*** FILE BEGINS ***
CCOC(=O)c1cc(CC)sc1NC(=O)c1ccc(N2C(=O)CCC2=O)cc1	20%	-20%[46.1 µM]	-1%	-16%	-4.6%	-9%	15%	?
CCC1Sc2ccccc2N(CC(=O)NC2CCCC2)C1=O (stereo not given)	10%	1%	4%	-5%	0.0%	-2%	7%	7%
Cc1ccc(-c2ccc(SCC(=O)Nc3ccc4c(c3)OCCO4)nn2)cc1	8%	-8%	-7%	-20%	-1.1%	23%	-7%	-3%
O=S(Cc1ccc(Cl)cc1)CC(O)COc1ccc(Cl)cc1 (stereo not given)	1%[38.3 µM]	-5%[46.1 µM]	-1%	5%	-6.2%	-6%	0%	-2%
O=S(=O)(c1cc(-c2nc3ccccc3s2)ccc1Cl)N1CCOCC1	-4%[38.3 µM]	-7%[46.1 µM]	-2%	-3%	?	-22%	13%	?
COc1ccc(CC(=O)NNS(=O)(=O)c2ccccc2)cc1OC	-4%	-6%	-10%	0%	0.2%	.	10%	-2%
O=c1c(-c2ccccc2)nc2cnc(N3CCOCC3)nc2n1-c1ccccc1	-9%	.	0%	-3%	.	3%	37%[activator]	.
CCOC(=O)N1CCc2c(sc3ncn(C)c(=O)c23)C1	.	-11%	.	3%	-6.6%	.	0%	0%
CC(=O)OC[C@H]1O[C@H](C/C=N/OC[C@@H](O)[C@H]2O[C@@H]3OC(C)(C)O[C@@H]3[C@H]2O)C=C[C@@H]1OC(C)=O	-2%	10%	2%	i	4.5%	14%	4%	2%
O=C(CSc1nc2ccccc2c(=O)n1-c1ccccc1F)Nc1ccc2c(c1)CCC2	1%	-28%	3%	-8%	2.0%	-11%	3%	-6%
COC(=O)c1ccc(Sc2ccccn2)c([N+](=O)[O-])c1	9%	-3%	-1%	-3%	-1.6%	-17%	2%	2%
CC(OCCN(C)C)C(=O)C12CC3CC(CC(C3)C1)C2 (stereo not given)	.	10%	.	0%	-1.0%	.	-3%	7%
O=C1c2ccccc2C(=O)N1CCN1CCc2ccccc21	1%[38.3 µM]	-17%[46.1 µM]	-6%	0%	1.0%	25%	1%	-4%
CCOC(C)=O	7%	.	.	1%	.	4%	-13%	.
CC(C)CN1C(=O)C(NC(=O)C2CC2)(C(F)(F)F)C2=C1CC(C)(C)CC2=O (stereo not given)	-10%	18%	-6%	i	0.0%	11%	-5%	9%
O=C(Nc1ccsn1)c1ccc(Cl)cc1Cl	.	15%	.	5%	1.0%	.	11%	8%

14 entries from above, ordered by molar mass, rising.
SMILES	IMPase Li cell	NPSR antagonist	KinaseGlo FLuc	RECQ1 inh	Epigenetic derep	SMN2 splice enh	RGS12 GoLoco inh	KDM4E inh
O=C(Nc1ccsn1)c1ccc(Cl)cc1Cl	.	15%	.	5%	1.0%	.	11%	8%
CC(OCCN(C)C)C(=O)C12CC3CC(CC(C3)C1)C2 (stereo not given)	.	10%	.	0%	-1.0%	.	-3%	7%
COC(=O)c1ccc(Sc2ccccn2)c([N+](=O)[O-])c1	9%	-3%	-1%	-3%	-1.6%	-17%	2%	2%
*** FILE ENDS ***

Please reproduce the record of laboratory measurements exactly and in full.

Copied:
CCOC(=O)c1cc(CC)sc1NC(=O)c1ccc(N2C(=O)CCC2=O)cc1	20%	-20%[46.1 µM]	-1%	-16%	-4.6%	-9%	15%	?
CCC1Sc2ccccc2N(CC(=O)NC2CCCC2)C1=O (stereo not given)	10%	1%	4%	-5%	0.0%	-2%	7%	7%
Cc1ccc(-c2ccc(SCC(=O)Nc3ccc4c(c3)OCCO4)nn2)cc1	8%	-8%	-7%	-20%	-1.1%	23%	-7%	-3%
O=S(Cc1ccc(Cl)cc1)CC(O)COc1ccc(Cl)cc1 (stereo not given)	1%[38.3 µM]	-5%[46.1 µM]	-1%	5%	-6.2%	-6%	0%	-2%
O=S(=O)(c1cc(-c2nc3ccccc3s2)ccc1Cl)N1CCOCC1	-4%[38.3 µM]	-7%[46.1 µM]	-2%	-3%	?	-22%	13%	?
COc1ccc(CC(=O)NNS(=O)(=O)c2ccccc2)cc1OC	-4%	-6%	-10%	0%	0.2%	.	10%	-2%
O=c1c(-c2ccccc2)nc2cnc(N3CCOCC3)nc2n1-c1ccccc1	-9%	.	0%	-3%	.	3%	37%[activator]	.
CCOC(=O)N1CCc2c(sc3ncn(C)c(=O)c23)C1	.	-11%	.	3%	-6.6%	.	0%	0%
CC(=O)OC[C@H]1O[C@H](C/C=N/OC[C@@H](O)[C@H]2O[C@@H]3OC(C)(C)O[C@@H]3[C@H]2O)C=C[C@@H]1OC(C)=O	-2%	10%	2%	i	4.5%	14%	4%	2%
O=C(CSc1nc2ccccc2c(=O)n1-c1ccccc1F)Nc1ccc2c(c1)CCC2	1%	-28%	3%	-8%	2.0%	-11%	3%	-6%
COC(=O)c1ccc(Sc2ccccn2)c([N+](=O)[O-])c1	9%	-3%	-1%	-3%	-1.6%	-17%	2%	2%
CC(OCCN(C)C)C(=O)C12CC3CC(CC(C3)C1)C2 (stereo not given)	.	10%	.	0%	-1.0%	.	-3%	7%
O=C1c2ccccc2C(=O)N1CCN1CCc2ccccc21	1%[38.3 µM]	-17%[46.1 µM]	-6%	0%	1.0%	25%	1%	-4%
CCOC(C)=O	7%	.	.	1%	.	4%	-13%	.
CC(C)CN1C(=O)C(NC(=O)C2CC2)(C(F)(F)F)C2=C1CC(C)(C)CC2=O (stereo not given)	-10%	18%	-6%	i	0.0%	11%	-5%	9%
O=C(Nc1ccsn1)c1ccc(Cl)cc1Cl	.	15%	.	5%	1.0%	.	11%	8%

14 entries from above, ordered by molar mass, rising.
SMILES	IMPase Li cell	NPSR antagonist	KinaseGlo FLuc	RECQ1 inh	Epigenetic derep	SMN2 splice enh	RGS12 GoLoco inh	KDM4E inh
O=C(Nc1ccsn1)c1ccc(Cl)cc1Cl	.	15%	.	5%	1.0%	.	11%	8%
CC(OCCN(C)C)C(=O)C12CC3CC(CC(C3)C1)C2 (stereo not given)	.	10%	.	0%	-1.0%	.	-3%	7%
COC(=O)c1ccc(Sc2ccccn2)c([N+](=O)[O-])c1	9%	-3%	-1%	-3%	-1.6%	-17%	2%	2%